Certain food pairings belong together. Peanut butter and jelly. Pancakes and maple syrup. Popcorn and coconut oil (seriously). And ketchup and meatloaf.
Growing up in a house where the title of the meatloaf card in my mother’s recipe box literally says “Best Meatloaf in Town,” ketchup was a staple of the recipe, as well as an appropriate garnish for the finished product. There was no way you could slather on too much of the stuff.
But apparently the “judges” on Chopped – the popular cooking competition show on Food Network – disagree, as viewers found out in a recent episode. (*Spoilers to follow*)
Four chefs who make their livings serving up tasty vittles at America’s truck stops were the featured combatants on the episode, including chef Jake Harbeck of the kitchen at Iowa 80 Truck Stop. The other contestants included Chef JR Tiger, general manager of the Country Pride restaurant at the TA Travel Center in Harrisburg, Pa.; Eva Dix, chef and co-owner of Dixie Truck Stop on Route 66 in McLean, Ill.; and Shaun Yazbek, executive chef at Dysart’s Truck Stop in Bangor, Maine.
If you’ve never seen the show, the four contestants are given a basket with four “mystery” ingredients that must be incorporated into a specific type of dish – appetizer, entrée or dessert – as well as a specific time limit to complete the dish. The dishes are presented to a panel of three judges who vote on which chefs make it to the next round. The chef who fails to advance to the next phase of the competition is “chopped.” The winner receives a $10,000 prize.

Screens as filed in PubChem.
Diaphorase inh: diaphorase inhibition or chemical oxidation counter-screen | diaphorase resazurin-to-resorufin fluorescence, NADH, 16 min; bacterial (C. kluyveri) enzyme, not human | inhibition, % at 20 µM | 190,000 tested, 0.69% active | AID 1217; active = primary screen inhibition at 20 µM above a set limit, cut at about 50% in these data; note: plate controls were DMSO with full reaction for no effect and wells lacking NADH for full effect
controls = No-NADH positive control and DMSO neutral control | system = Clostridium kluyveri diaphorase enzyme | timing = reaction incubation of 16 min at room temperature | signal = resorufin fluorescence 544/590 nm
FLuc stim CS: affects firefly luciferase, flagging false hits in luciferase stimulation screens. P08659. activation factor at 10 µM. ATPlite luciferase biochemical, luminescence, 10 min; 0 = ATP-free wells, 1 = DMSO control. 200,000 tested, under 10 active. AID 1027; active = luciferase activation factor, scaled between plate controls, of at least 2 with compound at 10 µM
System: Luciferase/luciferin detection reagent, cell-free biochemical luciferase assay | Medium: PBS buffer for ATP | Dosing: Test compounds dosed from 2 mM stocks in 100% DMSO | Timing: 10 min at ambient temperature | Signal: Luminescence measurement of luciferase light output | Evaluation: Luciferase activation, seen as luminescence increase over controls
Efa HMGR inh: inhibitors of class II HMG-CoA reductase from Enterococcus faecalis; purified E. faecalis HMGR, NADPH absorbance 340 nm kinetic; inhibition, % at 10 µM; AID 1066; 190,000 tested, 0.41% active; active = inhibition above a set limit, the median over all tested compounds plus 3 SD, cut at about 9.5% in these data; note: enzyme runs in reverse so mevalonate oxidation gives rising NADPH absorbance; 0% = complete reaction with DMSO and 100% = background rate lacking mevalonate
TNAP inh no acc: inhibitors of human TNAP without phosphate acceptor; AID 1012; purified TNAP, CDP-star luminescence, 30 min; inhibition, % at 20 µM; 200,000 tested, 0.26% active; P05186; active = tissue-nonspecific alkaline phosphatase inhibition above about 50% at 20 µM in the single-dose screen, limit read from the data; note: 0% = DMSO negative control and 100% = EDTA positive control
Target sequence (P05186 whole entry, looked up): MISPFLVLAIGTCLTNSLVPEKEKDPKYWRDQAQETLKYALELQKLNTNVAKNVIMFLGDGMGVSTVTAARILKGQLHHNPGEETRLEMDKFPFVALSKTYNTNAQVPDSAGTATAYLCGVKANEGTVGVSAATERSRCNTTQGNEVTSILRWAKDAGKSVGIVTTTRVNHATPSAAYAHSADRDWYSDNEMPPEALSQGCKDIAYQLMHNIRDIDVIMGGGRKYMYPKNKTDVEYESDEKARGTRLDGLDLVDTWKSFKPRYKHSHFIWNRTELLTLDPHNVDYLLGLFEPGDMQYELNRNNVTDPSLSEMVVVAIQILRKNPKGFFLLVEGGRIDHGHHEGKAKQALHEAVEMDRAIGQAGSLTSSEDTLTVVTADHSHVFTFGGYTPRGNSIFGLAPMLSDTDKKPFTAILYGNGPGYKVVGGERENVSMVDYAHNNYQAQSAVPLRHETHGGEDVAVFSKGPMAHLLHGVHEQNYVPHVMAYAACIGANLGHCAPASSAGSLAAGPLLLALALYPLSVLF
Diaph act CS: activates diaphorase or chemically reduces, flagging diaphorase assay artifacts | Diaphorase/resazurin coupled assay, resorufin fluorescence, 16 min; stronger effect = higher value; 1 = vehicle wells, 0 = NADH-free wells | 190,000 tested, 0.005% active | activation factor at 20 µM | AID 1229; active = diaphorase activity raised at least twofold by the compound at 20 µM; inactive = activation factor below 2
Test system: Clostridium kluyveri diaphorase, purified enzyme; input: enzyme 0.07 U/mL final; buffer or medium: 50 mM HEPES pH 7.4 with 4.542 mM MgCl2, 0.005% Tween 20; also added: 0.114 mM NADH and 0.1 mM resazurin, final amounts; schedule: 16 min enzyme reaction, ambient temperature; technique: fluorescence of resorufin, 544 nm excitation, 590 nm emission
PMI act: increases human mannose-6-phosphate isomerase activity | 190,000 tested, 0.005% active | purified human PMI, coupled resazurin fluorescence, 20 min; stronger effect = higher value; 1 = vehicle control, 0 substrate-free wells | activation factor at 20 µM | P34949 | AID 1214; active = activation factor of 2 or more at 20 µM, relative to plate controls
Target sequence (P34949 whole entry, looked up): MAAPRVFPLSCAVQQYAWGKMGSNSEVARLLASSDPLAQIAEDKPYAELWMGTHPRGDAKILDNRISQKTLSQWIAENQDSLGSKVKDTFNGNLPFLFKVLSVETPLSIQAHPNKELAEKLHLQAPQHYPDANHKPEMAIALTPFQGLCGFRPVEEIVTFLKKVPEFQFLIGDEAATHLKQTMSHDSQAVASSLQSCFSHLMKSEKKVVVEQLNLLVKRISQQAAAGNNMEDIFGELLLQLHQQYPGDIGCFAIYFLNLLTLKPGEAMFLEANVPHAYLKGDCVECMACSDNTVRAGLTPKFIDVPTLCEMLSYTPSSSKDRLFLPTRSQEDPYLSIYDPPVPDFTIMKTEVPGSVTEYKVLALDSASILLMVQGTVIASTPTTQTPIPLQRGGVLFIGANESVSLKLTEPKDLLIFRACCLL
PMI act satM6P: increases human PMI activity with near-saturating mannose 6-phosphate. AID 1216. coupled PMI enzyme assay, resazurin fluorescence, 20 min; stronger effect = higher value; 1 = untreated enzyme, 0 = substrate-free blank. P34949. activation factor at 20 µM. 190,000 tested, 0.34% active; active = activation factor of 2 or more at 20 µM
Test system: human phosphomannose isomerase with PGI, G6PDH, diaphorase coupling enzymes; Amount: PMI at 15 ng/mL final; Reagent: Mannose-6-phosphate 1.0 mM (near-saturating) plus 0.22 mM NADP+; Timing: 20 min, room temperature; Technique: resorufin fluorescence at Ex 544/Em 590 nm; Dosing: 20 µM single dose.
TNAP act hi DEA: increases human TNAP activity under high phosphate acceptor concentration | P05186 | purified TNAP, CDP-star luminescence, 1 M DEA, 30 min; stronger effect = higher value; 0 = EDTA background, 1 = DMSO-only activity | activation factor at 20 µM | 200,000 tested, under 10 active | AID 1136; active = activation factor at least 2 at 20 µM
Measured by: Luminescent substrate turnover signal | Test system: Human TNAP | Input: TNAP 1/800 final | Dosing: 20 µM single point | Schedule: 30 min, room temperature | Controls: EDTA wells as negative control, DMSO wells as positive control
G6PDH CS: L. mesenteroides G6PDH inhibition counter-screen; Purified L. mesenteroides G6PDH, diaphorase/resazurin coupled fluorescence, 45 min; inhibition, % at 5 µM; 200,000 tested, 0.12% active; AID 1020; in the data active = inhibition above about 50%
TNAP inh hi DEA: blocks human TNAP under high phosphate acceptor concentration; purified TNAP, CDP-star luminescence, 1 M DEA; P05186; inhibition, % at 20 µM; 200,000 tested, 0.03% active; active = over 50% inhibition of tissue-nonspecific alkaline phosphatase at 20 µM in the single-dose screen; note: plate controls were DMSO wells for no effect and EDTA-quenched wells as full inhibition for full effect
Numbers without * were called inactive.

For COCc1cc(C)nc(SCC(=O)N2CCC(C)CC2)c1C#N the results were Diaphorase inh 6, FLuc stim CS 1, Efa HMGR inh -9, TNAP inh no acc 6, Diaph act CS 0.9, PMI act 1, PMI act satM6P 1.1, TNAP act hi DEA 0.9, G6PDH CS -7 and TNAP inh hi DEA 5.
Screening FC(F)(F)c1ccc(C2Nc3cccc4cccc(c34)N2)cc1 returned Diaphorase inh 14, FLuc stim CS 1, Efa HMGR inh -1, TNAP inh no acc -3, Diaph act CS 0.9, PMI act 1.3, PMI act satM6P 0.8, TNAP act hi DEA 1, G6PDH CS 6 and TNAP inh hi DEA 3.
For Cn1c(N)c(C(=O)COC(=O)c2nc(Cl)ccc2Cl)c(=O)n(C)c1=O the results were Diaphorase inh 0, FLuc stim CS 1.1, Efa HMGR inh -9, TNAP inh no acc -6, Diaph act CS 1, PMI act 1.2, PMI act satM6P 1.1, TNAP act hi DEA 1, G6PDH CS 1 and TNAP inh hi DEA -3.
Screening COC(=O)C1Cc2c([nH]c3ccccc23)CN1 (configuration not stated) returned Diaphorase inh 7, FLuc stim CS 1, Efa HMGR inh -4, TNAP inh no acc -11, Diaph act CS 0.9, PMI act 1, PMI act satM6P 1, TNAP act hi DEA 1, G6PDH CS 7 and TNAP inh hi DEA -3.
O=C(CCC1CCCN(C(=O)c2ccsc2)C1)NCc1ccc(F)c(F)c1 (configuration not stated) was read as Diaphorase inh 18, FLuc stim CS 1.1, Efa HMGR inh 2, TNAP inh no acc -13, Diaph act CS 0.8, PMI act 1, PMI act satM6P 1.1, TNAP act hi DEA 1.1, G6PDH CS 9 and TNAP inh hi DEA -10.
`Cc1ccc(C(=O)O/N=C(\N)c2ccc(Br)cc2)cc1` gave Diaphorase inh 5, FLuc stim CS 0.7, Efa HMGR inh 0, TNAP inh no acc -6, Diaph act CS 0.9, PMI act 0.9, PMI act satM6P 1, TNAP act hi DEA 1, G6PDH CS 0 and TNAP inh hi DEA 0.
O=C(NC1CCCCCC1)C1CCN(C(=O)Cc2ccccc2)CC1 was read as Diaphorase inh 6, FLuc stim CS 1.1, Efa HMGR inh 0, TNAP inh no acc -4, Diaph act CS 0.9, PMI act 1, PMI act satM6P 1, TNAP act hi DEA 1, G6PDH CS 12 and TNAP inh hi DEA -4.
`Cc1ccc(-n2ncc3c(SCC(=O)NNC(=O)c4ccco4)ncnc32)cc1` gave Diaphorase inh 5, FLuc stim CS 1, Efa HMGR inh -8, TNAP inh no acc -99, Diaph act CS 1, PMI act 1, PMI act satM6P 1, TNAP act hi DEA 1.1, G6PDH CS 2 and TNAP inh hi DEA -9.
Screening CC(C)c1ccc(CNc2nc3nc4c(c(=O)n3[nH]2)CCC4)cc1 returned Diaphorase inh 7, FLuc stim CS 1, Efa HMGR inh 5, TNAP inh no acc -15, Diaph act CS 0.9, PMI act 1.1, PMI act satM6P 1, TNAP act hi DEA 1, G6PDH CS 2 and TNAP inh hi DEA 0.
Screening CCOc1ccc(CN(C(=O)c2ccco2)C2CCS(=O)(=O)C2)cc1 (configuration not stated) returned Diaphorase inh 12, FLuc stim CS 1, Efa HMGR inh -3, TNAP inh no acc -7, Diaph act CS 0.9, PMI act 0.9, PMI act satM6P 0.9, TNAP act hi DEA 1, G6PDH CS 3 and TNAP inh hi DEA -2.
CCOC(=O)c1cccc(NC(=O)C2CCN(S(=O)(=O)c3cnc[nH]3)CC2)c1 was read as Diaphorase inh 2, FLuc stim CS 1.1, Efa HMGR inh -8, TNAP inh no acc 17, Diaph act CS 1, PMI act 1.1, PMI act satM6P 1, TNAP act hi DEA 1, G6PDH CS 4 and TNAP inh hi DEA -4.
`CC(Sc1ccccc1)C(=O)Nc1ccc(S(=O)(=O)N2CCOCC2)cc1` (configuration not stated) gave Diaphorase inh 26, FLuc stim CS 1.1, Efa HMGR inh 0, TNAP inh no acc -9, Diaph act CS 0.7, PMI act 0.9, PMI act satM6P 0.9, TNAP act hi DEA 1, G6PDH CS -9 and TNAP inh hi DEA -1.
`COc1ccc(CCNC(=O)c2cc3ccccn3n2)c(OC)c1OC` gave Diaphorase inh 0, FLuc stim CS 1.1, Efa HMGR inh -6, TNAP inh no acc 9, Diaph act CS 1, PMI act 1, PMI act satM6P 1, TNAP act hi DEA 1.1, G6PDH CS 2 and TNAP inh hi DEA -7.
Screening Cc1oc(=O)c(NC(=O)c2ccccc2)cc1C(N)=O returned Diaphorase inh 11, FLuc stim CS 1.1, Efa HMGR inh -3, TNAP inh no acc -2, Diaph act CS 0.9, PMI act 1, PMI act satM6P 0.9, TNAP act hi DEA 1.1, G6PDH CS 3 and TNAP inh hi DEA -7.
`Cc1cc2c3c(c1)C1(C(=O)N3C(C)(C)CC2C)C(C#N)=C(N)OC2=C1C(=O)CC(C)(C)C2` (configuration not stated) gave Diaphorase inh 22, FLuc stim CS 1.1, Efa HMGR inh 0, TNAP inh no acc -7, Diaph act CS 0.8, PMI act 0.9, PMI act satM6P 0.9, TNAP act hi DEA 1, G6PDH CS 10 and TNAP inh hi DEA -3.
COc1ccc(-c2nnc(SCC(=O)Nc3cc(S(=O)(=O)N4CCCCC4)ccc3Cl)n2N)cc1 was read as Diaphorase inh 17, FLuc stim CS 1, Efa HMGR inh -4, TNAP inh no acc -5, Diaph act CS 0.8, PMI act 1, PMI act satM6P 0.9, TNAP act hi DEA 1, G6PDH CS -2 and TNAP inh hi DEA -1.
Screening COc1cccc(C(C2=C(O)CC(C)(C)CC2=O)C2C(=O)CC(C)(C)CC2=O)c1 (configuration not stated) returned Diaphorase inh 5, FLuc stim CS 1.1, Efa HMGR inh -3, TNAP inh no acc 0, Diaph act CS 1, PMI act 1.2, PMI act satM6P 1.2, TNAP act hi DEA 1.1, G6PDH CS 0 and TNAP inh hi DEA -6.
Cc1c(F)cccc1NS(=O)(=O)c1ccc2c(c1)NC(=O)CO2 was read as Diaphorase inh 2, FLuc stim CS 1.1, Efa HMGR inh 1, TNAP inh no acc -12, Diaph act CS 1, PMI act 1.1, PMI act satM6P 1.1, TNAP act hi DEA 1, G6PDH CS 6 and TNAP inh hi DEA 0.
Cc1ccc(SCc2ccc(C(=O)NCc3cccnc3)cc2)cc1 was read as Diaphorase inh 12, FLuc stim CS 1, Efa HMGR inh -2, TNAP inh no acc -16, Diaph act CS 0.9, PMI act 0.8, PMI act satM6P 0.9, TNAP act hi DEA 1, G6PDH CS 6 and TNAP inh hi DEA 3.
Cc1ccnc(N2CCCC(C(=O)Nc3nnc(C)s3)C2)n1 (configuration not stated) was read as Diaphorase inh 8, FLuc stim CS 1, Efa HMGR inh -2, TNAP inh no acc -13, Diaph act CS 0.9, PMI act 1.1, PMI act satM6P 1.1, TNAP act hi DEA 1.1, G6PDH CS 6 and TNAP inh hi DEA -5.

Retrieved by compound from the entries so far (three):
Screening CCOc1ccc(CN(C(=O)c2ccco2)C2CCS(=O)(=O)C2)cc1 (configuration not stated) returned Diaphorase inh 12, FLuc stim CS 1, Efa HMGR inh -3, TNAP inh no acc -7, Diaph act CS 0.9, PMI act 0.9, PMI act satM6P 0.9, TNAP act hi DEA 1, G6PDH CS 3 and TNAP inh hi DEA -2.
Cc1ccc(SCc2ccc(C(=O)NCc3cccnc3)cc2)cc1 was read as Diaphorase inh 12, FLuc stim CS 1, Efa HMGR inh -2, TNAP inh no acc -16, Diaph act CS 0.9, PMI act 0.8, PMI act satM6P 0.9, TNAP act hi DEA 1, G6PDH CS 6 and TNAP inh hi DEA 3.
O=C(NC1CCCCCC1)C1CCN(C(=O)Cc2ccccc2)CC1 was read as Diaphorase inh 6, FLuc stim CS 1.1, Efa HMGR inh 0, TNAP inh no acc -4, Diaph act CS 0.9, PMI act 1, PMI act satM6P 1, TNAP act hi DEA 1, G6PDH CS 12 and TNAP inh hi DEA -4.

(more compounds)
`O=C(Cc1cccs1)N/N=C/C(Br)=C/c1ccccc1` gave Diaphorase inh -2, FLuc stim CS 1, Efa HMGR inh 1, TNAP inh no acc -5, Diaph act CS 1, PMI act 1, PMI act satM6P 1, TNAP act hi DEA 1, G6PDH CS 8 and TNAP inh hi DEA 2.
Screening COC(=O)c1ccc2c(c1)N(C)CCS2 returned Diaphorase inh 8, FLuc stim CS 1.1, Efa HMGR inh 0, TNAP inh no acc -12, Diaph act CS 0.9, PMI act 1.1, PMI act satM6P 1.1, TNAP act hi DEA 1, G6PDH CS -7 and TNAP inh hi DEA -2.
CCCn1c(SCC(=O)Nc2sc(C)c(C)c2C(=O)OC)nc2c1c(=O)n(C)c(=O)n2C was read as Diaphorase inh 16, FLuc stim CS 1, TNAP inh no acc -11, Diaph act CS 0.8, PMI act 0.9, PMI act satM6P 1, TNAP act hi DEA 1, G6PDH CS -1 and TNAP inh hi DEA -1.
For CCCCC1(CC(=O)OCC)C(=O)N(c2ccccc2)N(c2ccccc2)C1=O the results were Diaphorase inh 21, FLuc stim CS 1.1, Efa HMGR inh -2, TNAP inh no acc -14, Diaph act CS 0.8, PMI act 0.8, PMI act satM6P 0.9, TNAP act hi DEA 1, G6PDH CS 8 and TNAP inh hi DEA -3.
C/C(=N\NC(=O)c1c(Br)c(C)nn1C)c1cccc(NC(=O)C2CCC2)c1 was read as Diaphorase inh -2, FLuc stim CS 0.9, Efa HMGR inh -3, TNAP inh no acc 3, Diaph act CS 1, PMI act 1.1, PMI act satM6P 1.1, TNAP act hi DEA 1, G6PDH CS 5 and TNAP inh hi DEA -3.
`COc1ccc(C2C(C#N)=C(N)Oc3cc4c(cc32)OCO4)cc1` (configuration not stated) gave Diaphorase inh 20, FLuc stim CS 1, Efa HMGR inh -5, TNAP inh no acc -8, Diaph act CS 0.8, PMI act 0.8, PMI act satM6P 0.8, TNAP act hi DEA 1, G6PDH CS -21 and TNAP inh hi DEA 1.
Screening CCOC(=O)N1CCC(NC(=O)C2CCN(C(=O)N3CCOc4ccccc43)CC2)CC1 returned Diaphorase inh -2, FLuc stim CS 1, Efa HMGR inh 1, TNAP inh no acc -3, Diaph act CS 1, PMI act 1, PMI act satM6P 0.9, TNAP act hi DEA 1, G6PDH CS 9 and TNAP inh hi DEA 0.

In the Truck Stop Stars episode, all four chefs are tasked with making an appetizer (in 20 minutes or less) that must incorporate each of the following mystery items: red-eye gravy; fennel (the plant itself, not the spice made of dried seeds); black garlic and meatloaf mix.
Poor Chef Jake was the first one to get chopped, on account of the judges’ unanimous belief that he put too much ketchup on the meatloaf. “Too much ketchup” belongs alongside other famed oxymorons like “jumbo shrimp” and “military intelligence.”
In the interest of full disclosure, it should be noted that Land Line Managing Editor Jami Jones vociferously maintains that a good meatloaf requires no ketchup at all. Now, there’s plenty that Jami and I agree on, but this I chalk up to some quirk of growing up in the only town in Arkansas that must’ve had some sort of weird boycott on ketchup.
That said, we here at Land Line try to do our best to call out mainstream media when they paint truckers and the trucking industry in a negative light, and to tip our collective trucker caps when they showcase the positive aspects, like these talented chefs who are doing a lot more than just slinging hash. The contestants talked about how they hoped to show that they had the “chops” to show the judges that truck stop fare can be gourmet, rather than greasy. By and large they manage to do that, especially when the mystery items for dessert include bacon and French fries.
You can stream the episode on Amazon for a fee. Feel free to tell us in the comments whether or not ketchup belongs in your meatloaf.